The Student Consultancy of Oxford University is another program of learning and development activities that links University of Oxford students to local organizations. It is an innovative and unique and free access program in which students from all disciplines and year levels participate in the program and work in teams to address a strategic issue or business problem affecting the Local SMEs and organizations. The Student Consultancy is not specifically for research students but 10%-15% are doctoral candidates. It works well for doctoral students because it gives them work experience yet only requires them to take a few hours away from their studies each week.

Another program in this perspective is HELO – Higher Education London Outreach in UCL. HELO aims to give UCL students experience in working directly with a business. Students work on specific consultancy programs and get to build their own networks and links with the business industry.

BioNews Internships – Science News Reporting for Research Students in UCL is also a good addition. In this university, graduate schools and Progress Educational Trust (PET) provide an opportunity for Life Sciences, Biomedical Sciences and Law research students interested in science communication and legal/ethical issues arising from scientific developments to gain practical news writing experience under expert supervision through BioNews internships. Last but not least, the report discusses the Concepts and Structures of Graduate, Doctoral Schools, Centers, National and International Collaboration Schemes, Interdisciplinary training structures and other initiatives.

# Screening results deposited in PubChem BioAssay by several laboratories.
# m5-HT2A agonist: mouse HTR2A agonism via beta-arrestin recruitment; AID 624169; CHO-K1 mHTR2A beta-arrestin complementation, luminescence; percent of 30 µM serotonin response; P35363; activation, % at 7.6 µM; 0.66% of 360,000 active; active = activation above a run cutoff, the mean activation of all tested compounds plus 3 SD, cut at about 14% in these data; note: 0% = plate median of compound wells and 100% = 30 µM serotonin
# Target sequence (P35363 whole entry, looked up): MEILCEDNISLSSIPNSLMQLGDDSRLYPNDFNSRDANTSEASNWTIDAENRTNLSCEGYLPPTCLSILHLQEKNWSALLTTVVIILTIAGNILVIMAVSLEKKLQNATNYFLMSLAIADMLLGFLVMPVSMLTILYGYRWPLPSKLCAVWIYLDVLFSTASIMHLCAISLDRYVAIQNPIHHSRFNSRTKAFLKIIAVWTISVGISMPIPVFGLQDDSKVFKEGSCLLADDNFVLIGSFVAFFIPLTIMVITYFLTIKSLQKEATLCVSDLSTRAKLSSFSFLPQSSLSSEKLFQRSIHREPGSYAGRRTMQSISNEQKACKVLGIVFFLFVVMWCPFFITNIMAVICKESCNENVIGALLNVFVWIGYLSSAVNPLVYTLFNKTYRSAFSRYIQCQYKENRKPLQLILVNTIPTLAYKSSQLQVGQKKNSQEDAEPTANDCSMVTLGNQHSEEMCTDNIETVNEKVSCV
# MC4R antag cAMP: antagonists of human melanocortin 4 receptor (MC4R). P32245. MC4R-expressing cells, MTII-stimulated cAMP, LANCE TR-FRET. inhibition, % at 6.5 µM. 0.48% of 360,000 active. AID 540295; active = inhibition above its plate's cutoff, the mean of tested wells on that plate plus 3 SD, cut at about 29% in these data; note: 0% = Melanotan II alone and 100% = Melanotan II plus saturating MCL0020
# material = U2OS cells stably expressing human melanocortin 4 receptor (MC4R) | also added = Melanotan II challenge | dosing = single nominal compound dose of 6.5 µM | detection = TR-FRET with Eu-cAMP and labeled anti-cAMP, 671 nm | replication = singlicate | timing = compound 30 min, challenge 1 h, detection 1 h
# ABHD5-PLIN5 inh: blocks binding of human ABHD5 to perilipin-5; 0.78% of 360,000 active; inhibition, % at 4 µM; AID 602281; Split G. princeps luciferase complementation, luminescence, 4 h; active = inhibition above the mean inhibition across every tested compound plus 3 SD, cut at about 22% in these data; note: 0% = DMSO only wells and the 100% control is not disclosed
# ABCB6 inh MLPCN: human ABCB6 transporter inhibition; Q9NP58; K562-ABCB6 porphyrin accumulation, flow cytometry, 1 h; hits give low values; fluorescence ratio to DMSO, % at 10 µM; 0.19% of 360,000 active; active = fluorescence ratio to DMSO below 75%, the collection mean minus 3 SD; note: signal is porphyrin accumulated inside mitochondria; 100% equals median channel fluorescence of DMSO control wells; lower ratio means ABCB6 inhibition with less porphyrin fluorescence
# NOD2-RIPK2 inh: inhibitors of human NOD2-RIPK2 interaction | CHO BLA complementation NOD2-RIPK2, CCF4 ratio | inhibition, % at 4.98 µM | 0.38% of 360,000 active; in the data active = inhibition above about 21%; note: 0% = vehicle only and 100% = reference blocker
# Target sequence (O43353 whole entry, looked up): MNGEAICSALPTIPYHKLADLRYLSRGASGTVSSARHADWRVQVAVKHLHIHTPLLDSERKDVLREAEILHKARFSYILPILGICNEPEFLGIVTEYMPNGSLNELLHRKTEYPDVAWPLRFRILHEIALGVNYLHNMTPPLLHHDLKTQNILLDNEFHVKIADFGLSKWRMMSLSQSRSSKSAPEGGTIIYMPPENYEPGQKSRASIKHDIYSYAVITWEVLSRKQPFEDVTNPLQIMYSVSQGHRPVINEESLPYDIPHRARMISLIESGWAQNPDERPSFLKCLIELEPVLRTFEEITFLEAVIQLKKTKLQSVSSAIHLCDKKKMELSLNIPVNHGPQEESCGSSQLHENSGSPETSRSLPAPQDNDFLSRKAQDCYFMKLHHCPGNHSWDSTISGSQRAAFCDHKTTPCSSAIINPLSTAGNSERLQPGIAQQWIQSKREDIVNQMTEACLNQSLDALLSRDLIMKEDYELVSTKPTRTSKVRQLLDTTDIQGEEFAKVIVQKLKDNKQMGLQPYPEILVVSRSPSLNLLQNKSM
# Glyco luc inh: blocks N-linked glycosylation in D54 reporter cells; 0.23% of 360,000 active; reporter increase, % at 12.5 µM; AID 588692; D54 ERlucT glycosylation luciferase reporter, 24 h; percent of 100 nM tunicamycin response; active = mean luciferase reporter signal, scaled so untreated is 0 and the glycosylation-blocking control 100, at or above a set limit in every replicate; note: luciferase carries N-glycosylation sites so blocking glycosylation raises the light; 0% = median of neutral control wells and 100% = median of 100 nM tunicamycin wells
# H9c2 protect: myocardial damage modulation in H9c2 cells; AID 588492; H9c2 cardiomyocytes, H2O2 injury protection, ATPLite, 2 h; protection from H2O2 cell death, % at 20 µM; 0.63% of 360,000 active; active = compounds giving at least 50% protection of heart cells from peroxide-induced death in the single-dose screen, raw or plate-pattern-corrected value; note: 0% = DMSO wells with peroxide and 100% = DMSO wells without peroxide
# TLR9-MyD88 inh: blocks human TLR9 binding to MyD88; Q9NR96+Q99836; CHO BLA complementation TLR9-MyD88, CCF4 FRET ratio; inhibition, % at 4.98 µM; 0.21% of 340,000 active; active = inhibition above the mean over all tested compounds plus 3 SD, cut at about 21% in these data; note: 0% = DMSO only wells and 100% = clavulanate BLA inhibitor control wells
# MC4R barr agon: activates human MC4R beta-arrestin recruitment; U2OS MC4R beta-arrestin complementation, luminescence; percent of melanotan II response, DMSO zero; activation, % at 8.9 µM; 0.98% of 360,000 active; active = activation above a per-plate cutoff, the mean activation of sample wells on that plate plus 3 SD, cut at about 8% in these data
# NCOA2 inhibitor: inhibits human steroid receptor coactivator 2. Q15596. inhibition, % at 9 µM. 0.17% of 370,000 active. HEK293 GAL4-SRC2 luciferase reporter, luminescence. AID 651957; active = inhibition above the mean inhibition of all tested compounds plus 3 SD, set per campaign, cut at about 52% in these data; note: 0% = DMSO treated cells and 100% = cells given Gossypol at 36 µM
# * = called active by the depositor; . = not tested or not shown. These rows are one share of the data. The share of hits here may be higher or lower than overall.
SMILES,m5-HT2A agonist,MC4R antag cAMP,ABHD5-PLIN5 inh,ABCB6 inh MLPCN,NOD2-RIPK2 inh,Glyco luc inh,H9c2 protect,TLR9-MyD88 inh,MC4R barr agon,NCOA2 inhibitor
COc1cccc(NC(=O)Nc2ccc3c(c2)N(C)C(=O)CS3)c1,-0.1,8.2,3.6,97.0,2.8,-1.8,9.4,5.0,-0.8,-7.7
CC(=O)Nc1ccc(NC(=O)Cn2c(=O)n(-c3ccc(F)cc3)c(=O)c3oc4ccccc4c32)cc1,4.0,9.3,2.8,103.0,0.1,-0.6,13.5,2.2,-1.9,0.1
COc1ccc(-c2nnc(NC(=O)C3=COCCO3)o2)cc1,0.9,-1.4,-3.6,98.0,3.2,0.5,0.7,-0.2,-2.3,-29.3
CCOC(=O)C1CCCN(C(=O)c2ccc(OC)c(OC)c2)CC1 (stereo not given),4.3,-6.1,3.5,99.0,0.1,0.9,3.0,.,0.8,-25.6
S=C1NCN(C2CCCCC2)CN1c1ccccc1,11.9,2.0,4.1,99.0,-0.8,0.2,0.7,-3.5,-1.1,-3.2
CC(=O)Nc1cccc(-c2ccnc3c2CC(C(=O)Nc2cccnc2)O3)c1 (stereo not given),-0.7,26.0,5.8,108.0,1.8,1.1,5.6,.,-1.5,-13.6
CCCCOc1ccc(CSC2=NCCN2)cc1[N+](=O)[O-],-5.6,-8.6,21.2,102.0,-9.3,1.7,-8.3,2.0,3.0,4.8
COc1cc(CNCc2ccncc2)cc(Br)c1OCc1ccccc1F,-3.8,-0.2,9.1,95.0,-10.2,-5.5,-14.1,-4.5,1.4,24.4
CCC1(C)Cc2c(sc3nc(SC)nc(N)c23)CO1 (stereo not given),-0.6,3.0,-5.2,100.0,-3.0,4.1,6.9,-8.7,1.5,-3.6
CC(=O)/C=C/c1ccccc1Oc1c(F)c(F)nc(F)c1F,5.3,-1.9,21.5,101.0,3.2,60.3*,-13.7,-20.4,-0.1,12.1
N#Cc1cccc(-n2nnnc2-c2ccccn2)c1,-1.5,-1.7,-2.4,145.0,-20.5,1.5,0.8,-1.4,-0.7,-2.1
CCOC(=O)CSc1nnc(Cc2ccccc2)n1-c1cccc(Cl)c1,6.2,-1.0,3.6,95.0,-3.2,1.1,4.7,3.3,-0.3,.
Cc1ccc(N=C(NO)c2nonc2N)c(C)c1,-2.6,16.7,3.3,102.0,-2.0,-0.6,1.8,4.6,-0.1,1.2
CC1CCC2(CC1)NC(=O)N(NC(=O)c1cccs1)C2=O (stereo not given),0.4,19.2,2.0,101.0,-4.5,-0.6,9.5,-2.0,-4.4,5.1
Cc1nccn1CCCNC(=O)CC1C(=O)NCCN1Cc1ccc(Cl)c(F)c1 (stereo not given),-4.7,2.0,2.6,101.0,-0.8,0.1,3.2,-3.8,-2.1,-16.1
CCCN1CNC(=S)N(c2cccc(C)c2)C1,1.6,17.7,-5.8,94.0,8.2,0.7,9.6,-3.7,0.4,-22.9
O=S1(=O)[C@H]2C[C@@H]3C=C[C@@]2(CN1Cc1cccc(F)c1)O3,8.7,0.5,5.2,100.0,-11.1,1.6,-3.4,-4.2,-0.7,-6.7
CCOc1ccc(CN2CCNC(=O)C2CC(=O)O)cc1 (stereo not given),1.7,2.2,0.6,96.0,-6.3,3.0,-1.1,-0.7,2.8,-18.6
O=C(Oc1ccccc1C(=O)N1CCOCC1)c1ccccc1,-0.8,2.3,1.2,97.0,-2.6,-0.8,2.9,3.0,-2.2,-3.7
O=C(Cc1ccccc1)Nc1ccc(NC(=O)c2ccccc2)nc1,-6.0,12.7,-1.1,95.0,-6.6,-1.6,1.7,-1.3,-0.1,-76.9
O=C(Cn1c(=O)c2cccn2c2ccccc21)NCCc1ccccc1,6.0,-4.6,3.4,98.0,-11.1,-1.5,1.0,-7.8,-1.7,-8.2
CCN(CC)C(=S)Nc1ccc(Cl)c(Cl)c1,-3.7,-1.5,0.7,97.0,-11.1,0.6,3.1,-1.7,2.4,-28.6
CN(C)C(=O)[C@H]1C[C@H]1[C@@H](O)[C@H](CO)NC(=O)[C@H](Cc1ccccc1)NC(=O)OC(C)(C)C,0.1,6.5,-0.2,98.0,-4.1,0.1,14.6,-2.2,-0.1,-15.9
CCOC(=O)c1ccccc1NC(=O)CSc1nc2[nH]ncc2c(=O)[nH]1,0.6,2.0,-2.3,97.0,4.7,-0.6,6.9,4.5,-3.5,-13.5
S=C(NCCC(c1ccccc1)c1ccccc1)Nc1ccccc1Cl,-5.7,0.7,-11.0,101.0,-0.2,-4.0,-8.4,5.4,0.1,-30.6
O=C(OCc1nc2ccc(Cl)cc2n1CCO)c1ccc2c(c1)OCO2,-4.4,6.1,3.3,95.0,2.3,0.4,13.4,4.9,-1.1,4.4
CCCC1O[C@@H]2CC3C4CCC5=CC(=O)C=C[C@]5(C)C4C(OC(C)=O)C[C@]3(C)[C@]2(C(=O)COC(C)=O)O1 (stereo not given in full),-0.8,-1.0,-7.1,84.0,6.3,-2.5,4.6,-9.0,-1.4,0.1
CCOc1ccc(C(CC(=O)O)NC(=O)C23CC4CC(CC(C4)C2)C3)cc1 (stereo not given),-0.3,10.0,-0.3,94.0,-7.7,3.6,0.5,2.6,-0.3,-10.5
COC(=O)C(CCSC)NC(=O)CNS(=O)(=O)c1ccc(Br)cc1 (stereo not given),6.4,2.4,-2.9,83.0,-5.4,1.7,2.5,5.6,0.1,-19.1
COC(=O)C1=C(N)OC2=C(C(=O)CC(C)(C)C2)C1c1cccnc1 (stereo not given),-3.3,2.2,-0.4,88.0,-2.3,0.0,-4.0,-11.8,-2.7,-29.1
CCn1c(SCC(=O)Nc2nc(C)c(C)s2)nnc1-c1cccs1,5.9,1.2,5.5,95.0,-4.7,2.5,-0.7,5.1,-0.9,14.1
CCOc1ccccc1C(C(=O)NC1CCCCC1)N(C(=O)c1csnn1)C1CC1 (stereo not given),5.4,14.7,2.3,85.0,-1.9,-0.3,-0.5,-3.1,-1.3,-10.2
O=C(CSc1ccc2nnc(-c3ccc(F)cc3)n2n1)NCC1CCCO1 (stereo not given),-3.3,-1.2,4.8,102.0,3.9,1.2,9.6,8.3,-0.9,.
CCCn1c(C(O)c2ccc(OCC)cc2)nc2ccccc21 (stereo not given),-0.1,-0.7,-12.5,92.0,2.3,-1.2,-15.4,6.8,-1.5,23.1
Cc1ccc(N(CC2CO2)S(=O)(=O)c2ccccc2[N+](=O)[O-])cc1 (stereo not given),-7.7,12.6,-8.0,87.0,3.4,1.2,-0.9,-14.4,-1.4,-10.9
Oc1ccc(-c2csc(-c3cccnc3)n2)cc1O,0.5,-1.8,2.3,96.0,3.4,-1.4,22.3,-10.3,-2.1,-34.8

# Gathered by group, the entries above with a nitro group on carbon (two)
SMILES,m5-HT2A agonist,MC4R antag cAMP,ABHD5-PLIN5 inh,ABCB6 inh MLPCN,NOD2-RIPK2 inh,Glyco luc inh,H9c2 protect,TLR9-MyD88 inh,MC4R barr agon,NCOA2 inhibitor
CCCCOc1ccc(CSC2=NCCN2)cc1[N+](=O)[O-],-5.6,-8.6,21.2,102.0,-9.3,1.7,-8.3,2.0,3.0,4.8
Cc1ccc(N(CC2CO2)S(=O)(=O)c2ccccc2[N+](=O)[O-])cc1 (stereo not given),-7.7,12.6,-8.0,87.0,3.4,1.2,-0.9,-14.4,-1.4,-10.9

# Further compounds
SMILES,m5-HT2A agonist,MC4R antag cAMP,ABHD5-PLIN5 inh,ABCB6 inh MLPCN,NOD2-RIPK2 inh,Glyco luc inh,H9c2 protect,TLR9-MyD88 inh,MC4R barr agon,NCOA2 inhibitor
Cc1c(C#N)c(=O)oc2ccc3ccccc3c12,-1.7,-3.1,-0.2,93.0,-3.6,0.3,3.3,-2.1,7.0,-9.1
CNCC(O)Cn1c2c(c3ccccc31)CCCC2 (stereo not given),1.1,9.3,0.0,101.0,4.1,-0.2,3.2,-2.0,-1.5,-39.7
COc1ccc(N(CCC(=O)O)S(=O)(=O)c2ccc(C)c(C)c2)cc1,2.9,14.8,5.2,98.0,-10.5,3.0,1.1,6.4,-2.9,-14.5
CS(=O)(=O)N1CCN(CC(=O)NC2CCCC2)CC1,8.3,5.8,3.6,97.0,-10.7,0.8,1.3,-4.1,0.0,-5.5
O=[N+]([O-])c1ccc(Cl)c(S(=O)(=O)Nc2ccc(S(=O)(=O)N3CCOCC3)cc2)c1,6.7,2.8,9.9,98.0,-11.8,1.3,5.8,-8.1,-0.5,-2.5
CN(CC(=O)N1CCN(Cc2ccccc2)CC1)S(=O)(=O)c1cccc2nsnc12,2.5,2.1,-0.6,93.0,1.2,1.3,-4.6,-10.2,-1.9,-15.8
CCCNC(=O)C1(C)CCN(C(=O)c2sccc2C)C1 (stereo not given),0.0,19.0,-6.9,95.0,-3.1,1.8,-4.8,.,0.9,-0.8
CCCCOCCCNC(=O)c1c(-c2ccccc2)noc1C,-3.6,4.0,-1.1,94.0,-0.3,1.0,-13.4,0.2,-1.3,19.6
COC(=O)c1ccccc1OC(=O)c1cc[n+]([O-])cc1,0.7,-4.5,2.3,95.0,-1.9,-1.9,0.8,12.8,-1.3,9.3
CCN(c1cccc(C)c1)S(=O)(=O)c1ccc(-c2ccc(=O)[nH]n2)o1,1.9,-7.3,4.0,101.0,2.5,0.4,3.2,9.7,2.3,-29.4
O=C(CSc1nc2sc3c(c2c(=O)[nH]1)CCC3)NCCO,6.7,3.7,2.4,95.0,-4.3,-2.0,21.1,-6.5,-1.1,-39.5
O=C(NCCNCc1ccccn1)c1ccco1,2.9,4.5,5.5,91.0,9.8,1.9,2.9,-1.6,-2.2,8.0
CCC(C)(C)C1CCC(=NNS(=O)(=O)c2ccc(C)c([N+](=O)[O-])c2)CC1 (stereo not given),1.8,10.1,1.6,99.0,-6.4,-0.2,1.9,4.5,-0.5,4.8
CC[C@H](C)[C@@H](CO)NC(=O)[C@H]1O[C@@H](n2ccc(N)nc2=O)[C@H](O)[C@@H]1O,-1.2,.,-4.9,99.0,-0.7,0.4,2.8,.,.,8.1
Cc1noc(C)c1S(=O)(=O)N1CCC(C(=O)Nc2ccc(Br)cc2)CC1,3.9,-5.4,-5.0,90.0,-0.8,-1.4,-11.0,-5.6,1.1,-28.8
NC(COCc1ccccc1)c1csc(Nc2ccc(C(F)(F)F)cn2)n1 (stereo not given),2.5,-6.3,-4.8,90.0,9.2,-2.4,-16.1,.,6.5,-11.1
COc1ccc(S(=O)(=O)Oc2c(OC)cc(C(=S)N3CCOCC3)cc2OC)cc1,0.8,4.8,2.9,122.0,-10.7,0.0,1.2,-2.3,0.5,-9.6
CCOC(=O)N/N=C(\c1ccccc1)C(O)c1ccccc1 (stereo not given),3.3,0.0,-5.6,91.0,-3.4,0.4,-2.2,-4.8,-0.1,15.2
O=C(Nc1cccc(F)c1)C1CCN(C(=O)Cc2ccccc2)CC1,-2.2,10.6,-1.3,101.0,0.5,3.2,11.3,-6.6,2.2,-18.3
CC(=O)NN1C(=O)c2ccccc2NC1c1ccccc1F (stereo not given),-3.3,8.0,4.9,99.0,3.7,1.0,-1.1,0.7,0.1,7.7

Building on these premises, good practice is wide-ranging: it varies from a four day entrepreneurship module with training and business plan development at KU Leuven University to funding research network events with speakers from academia and industry driven entirely by doctoral candidates at Zurich University (UZH). The report spotlights many more examples from leadership development to research project management. Many universities provide a diverse program which allows their doctoral candidates to attend the events they think will most benefit them, since they must guide their own development as future research professionals. Much guidance will come from their research supervisors but this gives them plenty of additional opportunities.

There is more to be done to improve doctoral training further if employers, universities and governments all have a role to play. For example, employers should work closely with universities in shaping and delivering training, which will also help them appreciate how training of doctoral graduates has changed. In addition, they should recognize that frontier research is the core business of research intensive universities with a key role in ensuring competitiveness and prosperity. With much in the same role, Universities are the key role and have to provide a well-rounded professional development program that enables doctoral students to put together personalized training. Universities also should have systems allowing students to track and assess their own development, with guidance and promote innovation in research training and sharing of best practice. Additionally, they should engage with employers in training and research so they will clear what employers want and employers have a better understanding of the academic research world. On the top of that government and funders also have to play an important role. They should ensure funded programs demonstrate effectiveness in developing research skills and support programs that encourage intellectual risk-taking.

Meysam Salimi,

ADAPT Research Fellow,

International Doctoral School in Human Capital Formation and Labour Relations

ADAPT-CQIA

University of Bergamo